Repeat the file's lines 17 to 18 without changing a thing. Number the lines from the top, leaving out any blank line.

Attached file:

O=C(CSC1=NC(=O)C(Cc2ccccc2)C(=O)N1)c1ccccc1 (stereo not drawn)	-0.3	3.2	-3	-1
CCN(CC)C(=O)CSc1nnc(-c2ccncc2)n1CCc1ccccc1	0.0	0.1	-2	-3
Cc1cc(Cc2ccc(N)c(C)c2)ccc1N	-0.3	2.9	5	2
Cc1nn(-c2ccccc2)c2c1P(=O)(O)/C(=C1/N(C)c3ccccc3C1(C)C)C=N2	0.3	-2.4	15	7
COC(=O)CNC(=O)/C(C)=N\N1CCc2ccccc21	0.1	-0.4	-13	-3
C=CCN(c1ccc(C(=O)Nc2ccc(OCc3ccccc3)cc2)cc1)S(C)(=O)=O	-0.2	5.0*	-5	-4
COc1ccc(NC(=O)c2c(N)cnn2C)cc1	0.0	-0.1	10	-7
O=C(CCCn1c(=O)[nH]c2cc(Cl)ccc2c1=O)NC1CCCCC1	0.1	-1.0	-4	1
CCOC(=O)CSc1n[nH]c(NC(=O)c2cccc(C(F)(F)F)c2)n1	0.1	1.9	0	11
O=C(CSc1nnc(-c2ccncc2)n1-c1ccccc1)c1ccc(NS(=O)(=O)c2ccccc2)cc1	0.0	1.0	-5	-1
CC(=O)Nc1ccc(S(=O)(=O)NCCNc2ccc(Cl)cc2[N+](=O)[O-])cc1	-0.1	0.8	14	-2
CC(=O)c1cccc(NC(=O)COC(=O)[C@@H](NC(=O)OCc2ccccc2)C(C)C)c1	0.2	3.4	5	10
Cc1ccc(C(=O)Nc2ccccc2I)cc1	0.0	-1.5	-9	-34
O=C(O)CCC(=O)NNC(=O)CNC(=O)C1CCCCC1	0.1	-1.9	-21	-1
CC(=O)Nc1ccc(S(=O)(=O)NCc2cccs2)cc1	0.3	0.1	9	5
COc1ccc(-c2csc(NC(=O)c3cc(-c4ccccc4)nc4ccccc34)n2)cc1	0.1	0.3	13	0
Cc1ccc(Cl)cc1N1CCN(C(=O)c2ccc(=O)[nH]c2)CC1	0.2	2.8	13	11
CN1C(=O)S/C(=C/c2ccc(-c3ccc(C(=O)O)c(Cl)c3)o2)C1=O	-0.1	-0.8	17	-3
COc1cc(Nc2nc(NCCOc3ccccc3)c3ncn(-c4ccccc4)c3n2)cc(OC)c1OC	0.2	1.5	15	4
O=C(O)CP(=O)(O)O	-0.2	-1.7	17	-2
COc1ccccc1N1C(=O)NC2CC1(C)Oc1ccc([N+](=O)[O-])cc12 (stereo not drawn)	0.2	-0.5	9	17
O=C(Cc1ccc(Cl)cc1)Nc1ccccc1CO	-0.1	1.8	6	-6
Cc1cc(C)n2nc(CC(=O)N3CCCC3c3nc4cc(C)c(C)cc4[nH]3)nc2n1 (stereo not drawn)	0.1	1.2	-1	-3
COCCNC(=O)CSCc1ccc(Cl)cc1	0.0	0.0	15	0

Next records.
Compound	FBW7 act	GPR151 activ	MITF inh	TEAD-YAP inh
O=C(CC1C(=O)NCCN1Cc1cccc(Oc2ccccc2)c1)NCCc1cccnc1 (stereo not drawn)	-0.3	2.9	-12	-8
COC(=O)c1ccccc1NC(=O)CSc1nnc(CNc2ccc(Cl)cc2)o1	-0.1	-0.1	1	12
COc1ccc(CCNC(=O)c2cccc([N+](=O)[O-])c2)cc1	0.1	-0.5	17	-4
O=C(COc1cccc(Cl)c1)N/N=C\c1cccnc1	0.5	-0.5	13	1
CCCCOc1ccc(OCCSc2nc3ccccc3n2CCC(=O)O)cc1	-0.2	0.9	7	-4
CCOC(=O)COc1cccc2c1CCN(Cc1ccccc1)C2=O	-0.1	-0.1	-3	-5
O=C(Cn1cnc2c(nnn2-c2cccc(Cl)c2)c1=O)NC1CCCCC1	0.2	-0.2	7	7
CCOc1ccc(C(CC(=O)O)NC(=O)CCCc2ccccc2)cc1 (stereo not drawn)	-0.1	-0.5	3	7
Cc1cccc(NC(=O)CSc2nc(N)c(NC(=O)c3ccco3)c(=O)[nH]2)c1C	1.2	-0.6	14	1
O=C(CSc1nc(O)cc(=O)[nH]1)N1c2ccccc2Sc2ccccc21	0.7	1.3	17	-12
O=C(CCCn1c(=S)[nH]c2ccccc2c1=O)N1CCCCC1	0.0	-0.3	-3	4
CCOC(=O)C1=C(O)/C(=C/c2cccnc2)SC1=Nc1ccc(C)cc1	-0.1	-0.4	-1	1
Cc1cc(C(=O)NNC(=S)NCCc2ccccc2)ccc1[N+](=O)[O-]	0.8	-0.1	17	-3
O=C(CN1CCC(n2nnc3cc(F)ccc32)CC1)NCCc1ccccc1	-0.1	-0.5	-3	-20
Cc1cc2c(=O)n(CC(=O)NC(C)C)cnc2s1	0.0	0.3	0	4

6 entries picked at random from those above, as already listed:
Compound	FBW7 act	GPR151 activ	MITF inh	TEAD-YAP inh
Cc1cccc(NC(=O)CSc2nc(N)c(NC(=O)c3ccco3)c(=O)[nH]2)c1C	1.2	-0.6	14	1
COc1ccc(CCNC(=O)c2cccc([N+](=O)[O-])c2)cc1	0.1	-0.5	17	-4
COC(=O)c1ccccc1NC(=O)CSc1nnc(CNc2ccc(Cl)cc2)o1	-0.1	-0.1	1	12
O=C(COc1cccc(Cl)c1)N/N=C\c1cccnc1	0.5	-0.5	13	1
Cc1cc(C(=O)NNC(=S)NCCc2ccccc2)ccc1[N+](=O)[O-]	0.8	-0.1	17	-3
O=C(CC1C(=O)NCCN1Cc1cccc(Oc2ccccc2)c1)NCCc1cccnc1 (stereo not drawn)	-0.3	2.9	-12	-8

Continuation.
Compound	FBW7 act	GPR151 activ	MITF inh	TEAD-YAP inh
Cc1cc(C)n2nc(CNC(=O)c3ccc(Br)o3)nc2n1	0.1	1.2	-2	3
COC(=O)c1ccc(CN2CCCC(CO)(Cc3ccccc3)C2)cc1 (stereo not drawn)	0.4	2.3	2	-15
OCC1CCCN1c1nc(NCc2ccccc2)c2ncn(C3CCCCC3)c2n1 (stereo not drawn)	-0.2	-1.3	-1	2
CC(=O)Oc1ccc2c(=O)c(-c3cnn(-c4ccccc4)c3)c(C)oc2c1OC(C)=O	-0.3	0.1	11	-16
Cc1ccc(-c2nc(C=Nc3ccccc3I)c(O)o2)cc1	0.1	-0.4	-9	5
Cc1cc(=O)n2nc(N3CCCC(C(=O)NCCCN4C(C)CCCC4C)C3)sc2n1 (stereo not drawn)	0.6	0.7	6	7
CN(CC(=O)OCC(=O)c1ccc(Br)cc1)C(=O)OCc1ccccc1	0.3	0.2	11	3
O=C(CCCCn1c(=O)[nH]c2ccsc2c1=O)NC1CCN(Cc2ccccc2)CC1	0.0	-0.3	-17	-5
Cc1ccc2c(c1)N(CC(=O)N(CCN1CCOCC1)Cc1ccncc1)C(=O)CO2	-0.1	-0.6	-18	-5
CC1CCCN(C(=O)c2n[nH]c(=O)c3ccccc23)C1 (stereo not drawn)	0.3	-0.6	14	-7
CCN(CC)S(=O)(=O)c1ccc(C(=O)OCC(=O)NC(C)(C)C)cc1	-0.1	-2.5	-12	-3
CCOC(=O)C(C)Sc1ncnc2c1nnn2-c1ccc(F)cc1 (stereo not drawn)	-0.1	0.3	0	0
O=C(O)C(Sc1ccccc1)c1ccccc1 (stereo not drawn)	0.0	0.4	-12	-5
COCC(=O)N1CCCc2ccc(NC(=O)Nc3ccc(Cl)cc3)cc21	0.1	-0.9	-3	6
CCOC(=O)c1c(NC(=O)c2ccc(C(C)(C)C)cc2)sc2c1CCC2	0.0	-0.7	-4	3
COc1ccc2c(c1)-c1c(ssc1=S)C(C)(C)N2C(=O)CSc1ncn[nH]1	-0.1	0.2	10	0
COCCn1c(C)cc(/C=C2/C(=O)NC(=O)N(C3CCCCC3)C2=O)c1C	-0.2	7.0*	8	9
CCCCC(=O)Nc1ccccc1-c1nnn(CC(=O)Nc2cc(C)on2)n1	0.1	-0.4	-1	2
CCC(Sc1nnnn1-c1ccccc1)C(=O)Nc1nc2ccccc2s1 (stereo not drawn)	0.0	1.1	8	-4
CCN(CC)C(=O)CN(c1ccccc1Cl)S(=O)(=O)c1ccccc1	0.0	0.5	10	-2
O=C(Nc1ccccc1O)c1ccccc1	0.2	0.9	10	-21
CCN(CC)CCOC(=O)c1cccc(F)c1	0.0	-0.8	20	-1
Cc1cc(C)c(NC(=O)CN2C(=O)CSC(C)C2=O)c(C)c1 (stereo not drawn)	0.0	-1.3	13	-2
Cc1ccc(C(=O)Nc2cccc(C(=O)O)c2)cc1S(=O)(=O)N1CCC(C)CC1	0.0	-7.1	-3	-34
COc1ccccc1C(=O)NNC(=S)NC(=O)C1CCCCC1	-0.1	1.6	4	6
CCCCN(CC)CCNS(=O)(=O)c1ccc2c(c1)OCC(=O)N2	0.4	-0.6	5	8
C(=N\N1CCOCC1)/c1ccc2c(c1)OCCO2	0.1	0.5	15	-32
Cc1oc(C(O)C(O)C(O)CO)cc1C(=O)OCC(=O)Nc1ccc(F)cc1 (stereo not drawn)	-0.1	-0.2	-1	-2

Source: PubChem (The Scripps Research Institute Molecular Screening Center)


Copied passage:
Cc1ccc(Cl)cc1N1CCN(C(=O)c2ccc(=O)[nH]c2)CC1	0.2	2.8	13	11
CN1C(=O)S/C(=C/c2ccc(-c3ccc(C(=O)O)c(Cl)c3)o2)C1=O	-0.1	-0.8	17	-3